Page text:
Credit card expiration dates vary by provider. Often, the more common question consumers ask is "Why do credit cards expire at all given that the provider just sends me another one anyway?" Expiration dates provide a number of security and marketing advantages to the banks that issue cards.
Providers typically use expiration dates that range from two to four years. A July 2012 "MSN Money" article noted that three years is the typical time frame. If a new card is issued in February 2014, it would expire in February 2017, for instance. This period of time allows the issuer to balance customer convenience for ongoing use with the marketing and security benefits of a time limit.
One of the reasons providers have expiration dates of around three years is because cards naturally deteriorate over time, especially if you use them often. Normal wear and tear can scuff the face of the card, including the numbers. Additionally, wearing on the back can cause your signature and the three-digit card verification code to fade. The magnetic strip on the back of the card, which is vital to electronic scanning, also gets worn over time.
The single greatest reason providers use card expiration dates is fraud protection, according to the "MSN Money" article. Thieves have easier access to your card number than they do your expiration date, which they usually need for transactions. Additionally, periodically requiring that you activate a new card upon renewal ensures that the account holder is the one in actual possession of the card. If someone else has the card without your knowledge, the expiration cuts off their ability to use it indefinitely.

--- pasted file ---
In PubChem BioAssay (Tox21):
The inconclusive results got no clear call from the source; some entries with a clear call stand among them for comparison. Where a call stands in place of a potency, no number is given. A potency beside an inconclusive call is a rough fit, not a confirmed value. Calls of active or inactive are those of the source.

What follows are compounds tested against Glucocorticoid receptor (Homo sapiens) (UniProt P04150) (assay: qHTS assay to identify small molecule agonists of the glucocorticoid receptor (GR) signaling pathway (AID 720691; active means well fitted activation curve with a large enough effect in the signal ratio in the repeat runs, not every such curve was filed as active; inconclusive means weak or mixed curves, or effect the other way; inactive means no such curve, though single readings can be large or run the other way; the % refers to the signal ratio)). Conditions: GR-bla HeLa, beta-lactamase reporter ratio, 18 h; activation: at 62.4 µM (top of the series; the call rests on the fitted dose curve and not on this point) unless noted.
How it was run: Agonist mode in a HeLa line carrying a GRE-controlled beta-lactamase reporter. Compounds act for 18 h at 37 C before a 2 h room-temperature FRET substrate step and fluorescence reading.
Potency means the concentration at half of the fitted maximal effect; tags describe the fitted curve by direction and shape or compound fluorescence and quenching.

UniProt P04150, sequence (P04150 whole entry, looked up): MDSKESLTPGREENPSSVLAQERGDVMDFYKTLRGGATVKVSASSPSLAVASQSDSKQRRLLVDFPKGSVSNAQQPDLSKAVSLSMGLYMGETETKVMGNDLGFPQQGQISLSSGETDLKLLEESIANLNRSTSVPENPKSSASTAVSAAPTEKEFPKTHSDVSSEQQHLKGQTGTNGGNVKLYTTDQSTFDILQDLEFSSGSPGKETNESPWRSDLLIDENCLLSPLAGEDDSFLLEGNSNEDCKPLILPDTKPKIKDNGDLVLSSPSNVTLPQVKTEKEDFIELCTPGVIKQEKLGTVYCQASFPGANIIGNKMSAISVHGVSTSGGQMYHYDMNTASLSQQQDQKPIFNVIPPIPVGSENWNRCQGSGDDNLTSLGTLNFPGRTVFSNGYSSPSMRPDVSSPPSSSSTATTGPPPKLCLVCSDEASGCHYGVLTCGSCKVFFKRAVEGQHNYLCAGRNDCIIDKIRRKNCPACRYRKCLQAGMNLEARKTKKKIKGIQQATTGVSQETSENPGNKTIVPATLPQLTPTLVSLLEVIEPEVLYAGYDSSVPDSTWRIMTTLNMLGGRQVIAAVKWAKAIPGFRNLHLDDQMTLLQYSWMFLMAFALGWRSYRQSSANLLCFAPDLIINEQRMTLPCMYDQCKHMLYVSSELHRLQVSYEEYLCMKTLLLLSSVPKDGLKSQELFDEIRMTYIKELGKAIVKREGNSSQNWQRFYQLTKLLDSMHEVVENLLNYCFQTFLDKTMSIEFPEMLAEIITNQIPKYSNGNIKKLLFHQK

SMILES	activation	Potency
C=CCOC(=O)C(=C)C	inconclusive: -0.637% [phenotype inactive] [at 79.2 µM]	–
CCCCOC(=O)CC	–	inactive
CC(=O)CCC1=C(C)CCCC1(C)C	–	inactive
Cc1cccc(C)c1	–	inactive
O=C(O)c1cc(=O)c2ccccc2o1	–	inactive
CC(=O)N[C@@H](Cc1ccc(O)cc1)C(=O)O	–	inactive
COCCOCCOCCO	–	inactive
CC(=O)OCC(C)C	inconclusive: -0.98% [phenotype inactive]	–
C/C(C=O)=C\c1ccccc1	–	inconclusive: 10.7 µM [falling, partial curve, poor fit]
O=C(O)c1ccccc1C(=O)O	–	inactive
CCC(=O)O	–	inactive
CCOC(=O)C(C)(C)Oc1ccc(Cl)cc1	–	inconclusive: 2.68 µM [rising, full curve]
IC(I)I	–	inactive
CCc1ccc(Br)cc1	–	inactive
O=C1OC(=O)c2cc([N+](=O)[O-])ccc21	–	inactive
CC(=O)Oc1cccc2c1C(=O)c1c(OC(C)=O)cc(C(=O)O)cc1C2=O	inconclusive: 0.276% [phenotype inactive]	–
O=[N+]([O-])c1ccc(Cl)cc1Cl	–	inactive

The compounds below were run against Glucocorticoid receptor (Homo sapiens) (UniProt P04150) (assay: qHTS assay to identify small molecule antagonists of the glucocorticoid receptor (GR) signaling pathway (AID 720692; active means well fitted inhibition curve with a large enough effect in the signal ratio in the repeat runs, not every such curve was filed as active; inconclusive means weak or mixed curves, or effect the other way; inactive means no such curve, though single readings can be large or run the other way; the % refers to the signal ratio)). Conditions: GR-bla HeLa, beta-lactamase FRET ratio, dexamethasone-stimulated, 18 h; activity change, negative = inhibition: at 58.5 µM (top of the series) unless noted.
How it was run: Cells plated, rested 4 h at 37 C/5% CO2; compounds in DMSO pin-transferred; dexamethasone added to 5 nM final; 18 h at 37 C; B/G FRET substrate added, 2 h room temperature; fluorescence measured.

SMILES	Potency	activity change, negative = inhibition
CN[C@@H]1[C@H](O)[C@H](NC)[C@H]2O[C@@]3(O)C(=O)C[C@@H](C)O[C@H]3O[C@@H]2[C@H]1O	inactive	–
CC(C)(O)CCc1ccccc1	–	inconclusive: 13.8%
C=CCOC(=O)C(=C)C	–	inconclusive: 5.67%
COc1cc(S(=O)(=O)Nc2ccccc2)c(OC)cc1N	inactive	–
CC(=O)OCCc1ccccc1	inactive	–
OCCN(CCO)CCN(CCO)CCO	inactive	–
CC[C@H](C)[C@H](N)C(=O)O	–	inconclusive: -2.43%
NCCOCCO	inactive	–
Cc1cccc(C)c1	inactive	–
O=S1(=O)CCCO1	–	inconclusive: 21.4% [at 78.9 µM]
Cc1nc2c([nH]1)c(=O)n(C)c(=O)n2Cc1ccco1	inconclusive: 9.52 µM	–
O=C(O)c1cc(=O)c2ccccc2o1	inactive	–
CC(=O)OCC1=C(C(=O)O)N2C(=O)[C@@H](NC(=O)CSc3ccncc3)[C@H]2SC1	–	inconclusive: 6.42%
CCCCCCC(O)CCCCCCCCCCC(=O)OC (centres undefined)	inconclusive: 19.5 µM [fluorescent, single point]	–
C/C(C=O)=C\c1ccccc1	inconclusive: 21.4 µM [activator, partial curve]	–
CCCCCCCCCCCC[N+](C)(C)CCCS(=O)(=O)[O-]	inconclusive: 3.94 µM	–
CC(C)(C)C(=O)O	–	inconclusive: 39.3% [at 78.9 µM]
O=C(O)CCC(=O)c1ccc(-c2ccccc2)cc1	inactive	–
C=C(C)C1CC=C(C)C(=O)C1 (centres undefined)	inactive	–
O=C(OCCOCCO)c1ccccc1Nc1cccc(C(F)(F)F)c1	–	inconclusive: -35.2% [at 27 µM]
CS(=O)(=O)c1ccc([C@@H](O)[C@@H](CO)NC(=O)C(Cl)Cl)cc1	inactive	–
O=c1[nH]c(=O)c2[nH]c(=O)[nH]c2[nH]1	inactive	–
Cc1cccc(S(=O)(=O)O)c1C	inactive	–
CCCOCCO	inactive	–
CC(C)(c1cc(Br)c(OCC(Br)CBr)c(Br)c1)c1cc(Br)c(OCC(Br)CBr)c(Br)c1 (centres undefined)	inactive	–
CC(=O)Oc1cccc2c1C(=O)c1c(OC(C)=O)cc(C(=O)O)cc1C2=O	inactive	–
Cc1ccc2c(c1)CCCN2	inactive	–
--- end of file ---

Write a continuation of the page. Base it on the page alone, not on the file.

Credit card companies are big marketing businesses, and requiring you to activate a new card gives them a couple of major marketing opportunities. Sending you the renewal letters and card provides brand exposure, which reminds you that you have the credit in case you want to use it. Renewal letters often come with limited-time rate promotions or other bonus offers. Some providers use activation calls as a chance for add-on sales of fraud prevention services and other offerings.
Neil Kokemuller has been an active business, finance and education writer and content media website developer since 2007. He has been a college marketing professor since 2004. Kokemuller has additional professional experience in marketing, retail and small business. He holds a Master of Business Administration from Iowa State University.